This can seem like a lot – and it is – but there’s a lot of things you need to be able to throw yourself out of a plane. So while you could get a small car for the money, here’s what you’re looking at with a full skydiving rig:

  1. Main Canopy (you often get a lot of choice here when buying new)
  2. Reserve Canopy (packed and certified by an expert)
  3. Container (holds everything together)
  4. Harness (holds you together)
  5. AAD (automatic activation device – a backup that will open your reserve automatically)
  6. Altimeter (often thrown in as an extra)

That’s a hefty list – and each of the first 5 items can easily range to well over $1,000 each. That’s why buying a rig can be a great idea. It’s also a guarantee that all the equipment works well together. If you’re buying all the pieces separately, there’s a chance you find out that your canopy doesn’t fit into your container!

However, you might notice that list is missing a few things.

What about helmets? What about jumpsuits? What about altimeters?

Great spot! Let’s walk through these.

Skydiving Helmet Costs

Why wear a helmet if you’re jumping out of a plane?

That’s a question many people ask, and a motto some skydivers stick to. For most of us though, helmets are a no-brainer.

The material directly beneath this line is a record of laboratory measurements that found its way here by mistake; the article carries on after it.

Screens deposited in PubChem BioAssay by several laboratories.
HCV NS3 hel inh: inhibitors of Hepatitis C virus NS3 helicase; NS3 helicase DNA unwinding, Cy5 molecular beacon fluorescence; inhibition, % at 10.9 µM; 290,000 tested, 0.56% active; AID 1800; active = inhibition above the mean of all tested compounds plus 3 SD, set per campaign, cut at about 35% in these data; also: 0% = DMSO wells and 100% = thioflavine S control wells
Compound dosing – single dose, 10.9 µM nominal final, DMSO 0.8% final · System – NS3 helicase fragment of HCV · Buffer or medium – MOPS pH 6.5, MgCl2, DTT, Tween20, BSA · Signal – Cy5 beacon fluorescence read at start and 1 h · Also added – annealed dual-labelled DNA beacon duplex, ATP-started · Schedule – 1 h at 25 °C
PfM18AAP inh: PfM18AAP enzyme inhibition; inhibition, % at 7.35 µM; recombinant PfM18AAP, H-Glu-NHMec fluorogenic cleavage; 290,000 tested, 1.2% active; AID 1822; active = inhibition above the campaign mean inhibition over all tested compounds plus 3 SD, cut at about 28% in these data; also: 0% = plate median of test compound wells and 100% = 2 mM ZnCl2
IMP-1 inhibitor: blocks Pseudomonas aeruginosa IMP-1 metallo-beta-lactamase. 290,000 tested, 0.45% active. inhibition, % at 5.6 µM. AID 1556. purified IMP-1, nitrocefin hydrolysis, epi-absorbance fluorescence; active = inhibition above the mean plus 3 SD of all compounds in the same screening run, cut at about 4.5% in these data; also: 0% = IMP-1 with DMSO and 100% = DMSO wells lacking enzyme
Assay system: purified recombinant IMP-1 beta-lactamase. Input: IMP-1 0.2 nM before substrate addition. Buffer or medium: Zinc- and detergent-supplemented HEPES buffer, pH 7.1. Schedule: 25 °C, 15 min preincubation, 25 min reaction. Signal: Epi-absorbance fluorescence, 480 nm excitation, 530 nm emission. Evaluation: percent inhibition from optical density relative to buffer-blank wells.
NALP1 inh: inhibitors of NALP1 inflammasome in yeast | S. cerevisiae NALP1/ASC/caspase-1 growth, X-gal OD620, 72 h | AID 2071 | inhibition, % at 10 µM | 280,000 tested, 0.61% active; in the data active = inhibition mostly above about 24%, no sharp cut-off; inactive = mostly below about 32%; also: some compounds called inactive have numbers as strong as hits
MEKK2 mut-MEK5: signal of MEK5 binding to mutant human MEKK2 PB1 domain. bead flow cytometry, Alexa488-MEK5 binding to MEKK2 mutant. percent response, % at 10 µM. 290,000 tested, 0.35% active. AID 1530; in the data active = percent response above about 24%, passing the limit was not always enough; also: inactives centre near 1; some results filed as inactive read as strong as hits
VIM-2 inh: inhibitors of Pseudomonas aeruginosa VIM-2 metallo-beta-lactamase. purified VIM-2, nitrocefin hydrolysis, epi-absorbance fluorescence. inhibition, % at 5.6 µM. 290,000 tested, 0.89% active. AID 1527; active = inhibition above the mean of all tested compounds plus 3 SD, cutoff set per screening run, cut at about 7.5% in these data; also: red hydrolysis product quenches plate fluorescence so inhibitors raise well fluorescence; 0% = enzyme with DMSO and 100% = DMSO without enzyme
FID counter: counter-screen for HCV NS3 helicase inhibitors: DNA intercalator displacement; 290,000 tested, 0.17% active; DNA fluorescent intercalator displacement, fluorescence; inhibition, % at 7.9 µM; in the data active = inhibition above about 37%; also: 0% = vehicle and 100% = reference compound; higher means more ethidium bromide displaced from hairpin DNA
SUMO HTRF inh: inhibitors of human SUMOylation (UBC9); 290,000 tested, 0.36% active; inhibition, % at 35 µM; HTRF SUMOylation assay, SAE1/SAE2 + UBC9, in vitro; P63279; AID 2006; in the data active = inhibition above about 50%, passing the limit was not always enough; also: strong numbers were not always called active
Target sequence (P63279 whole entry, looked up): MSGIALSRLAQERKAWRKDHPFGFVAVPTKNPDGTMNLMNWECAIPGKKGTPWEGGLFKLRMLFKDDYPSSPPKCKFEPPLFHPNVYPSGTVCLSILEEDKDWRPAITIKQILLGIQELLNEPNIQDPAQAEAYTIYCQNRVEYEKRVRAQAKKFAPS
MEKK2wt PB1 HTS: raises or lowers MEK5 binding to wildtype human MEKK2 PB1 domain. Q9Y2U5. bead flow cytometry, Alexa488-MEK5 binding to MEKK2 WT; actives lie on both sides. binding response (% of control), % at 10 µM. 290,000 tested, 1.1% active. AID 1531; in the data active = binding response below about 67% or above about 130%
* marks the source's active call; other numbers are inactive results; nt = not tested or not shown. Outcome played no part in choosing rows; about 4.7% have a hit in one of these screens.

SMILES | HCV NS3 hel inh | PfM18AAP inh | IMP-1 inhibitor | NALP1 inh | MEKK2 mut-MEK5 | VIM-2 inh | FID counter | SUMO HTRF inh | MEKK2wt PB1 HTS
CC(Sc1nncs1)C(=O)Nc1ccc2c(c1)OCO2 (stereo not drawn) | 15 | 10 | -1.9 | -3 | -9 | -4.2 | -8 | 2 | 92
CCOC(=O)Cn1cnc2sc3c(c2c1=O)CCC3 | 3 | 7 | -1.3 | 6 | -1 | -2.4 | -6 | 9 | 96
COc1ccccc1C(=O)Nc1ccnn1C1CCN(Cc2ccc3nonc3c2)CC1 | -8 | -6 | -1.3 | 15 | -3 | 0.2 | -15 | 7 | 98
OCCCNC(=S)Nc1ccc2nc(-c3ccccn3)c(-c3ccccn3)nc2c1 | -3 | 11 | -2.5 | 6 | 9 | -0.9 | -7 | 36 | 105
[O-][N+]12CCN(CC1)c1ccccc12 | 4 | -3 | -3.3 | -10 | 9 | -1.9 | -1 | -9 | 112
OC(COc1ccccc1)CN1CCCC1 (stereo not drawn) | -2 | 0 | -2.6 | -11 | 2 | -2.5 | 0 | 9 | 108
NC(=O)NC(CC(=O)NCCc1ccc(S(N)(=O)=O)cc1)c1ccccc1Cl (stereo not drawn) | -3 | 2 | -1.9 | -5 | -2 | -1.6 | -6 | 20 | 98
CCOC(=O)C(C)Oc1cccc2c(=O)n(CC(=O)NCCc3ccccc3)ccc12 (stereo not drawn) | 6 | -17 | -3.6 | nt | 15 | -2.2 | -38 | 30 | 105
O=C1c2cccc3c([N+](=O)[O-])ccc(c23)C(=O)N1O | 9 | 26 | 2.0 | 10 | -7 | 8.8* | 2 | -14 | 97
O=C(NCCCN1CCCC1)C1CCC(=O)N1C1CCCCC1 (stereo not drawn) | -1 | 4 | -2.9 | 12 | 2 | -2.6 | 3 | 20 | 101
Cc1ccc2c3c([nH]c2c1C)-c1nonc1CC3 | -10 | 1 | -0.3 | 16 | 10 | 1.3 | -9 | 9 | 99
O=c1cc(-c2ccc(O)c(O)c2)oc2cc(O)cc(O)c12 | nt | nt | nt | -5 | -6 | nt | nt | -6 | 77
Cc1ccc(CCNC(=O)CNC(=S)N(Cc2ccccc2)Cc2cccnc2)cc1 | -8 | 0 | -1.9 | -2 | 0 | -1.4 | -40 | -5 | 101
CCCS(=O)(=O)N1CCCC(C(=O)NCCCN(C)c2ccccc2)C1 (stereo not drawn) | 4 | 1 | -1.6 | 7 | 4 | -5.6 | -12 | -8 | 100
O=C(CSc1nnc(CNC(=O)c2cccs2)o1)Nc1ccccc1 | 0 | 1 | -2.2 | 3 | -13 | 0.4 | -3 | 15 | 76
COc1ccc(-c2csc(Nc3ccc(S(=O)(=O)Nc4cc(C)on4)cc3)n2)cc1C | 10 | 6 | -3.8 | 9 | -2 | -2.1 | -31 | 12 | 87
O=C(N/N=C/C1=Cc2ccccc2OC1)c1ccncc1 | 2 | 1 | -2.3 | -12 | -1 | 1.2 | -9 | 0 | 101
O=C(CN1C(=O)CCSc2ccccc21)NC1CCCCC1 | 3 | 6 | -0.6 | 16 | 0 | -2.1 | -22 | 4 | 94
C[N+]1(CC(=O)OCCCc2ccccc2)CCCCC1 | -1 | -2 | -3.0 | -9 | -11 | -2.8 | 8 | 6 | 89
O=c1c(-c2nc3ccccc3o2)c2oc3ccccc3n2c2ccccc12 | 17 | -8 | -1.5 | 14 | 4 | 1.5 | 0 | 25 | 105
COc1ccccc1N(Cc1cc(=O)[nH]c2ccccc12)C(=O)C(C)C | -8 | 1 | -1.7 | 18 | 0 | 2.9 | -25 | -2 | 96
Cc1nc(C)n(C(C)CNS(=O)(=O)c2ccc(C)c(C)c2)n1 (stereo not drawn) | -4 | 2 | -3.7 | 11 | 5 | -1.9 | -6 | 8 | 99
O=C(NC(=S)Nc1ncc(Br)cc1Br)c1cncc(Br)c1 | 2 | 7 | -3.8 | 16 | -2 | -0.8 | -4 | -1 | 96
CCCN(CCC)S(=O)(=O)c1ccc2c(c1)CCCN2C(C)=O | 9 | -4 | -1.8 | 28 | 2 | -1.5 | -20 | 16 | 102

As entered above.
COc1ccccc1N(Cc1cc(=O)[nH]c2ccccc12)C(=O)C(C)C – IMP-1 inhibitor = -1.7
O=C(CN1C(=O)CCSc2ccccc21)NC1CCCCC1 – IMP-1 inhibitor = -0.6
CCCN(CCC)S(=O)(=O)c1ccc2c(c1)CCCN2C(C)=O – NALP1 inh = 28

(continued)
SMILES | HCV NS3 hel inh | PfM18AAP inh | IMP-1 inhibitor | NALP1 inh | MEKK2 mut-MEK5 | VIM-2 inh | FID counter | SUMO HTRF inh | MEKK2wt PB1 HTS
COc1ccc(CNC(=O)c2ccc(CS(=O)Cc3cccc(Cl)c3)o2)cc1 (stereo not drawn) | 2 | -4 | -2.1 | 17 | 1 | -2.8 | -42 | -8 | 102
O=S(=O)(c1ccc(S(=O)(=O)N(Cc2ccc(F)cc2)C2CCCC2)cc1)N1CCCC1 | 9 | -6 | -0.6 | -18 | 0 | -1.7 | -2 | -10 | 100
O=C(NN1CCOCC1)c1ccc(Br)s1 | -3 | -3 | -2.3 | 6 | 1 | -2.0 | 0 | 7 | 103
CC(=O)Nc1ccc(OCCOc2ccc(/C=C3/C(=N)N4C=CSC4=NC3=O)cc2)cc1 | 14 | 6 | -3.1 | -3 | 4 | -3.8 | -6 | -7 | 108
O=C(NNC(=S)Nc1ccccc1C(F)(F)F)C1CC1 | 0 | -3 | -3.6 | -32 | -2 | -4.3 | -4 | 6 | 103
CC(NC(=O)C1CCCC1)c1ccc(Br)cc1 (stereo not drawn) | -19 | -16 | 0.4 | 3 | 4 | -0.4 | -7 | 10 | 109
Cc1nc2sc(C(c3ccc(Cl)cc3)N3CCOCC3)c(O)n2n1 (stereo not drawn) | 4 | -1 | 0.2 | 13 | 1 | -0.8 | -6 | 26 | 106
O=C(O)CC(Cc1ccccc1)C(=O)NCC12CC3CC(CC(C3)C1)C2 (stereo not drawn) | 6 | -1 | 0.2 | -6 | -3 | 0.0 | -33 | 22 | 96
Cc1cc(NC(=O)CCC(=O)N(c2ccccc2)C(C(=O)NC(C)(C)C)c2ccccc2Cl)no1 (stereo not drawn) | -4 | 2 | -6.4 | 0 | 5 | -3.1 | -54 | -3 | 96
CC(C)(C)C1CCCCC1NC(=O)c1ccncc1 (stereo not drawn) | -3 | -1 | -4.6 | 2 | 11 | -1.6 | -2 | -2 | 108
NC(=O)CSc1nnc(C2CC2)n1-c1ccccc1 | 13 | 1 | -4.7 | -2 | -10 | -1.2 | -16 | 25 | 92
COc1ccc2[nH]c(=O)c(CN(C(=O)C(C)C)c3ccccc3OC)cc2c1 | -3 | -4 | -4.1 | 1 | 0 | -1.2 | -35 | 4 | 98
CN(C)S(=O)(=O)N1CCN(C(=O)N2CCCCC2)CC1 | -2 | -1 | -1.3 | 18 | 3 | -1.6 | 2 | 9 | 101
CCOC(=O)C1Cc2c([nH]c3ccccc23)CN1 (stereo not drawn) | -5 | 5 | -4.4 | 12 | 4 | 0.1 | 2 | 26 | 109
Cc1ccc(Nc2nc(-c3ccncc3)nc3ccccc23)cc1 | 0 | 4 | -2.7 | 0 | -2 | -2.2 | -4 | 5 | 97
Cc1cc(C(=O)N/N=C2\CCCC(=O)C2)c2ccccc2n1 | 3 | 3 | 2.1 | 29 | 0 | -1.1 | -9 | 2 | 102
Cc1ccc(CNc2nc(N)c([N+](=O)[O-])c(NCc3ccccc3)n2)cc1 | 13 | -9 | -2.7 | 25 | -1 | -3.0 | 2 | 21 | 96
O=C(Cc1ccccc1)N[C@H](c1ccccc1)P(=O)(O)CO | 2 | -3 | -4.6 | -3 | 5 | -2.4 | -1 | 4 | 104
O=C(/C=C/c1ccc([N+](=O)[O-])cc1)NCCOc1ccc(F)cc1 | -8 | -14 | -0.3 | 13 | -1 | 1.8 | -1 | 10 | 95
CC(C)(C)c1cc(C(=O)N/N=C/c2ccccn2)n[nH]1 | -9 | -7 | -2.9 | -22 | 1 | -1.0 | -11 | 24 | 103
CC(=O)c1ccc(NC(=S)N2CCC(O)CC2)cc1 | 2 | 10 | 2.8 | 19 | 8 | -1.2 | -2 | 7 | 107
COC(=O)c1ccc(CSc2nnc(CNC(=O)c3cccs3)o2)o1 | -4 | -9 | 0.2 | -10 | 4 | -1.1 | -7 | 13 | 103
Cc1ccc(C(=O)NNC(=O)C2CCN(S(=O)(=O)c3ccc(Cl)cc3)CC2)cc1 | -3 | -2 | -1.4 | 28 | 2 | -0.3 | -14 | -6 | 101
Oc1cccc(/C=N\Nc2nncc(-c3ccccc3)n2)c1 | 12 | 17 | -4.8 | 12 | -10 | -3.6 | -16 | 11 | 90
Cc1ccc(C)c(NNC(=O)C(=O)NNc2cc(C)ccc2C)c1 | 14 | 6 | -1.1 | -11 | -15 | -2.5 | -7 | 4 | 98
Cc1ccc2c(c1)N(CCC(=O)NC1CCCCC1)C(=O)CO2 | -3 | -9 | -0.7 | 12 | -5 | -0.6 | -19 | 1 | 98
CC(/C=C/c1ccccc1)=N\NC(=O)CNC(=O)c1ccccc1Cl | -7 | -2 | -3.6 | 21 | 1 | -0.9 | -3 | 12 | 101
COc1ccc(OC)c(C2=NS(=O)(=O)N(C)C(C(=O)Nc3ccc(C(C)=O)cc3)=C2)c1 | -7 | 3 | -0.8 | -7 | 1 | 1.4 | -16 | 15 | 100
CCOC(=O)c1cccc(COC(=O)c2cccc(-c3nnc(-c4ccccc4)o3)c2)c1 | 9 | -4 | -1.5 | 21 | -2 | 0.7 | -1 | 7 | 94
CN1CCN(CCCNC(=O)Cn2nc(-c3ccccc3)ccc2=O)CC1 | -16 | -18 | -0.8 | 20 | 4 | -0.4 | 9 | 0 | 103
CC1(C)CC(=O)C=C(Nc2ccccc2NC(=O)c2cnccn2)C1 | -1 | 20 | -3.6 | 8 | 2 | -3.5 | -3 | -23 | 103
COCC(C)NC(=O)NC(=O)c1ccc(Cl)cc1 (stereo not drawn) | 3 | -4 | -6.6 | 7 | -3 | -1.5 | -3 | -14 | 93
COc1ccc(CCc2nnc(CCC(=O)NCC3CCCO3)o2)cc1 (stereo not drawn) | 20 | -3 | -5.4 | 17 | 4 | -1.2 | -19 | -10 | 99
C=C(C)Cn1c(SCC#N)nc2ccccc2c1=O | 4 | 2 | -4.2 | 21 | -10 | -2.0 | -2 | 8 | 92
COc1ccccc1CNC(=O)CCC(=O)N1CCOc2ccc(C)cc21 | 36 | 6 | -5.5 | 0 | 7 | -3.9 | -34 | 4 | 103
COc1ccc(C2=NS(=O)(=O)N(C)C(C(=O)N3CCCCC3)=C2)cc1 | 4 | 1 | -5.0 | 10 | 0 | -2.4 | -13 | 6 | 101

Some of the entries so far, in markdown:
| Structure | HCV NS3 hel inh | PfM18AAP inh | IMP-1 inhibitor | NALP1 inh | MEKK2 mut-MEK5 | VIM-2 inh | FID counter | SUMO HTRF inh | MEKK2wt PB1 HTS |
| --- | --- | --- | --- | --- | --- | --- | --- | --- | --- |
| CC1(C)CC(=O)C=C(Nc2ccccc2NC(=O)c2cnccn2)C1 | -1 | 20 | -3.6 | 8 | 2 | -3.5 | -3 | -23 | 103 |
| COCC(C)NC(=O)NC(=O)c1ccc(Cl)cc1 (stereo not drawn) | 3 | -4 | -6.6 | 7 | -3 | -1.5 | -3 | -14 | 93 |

(Or in other words, not wearing a helmet could make you a no-brainer!)

We need helmets to protect us against:

  • Smacking your head against the plane as you leave
  • Smacking into other skydivers
  • Flying into something hard
  • Hard landings

They’re also fantastic bases to mount your Go-Pro!

When it comes to skydiving helmets, you typically need to decide between an open and full-faced helmet. Open is a simple helmet with a light chin-strap. A full face helmet is more like that on a motorbike: the helmet itself covers your entire head, often sticking out in front of your chin and with a glass visor.

While these look cool, the biggest isn’t always the best. A full-face helmet can block your view straight down, which is where you might need to look to access your cutaway and reserve equipment.

With all of that said, it’s obvious how important a helmet is! That’s why skydiving helmets can range up to almost $500. They’re also one of the first pieces of equipment to find on a used market, which is why you can often pick up perfectly good models for around a hundred bucks.

Skydiving Accessory Costs

Last up we have our skydiving accessories.

These include anything from your altimeter, to your jumpsuit, to the lucky underwear you wear every time you jump (looking at you, John!)

Altimeters in particular are often a quick pickup – going for as little as $70 used. These are typically the first thing you’ll buy and jump with that’ll be “yours”. A feeling of pride that only gets bigger as you pickup more and more equipment.

Jumpsuits aren’t sold as often, but can range between $100 to $400. Made for colder climates, a jumpsuit is quite literally a ‘suit’ of fabric you put on over your clothes. These are typically super wind-resistant, which is vitally important as it’s MUCH colder up it the sky.

Jumpsuits also range in style – covering types of jumps from indoor skydiving to competition suits. These are for jumping with other jumpers and have straps on the forearms and legs lovingly called ‘Booties’. As in ‘grab my bootie’.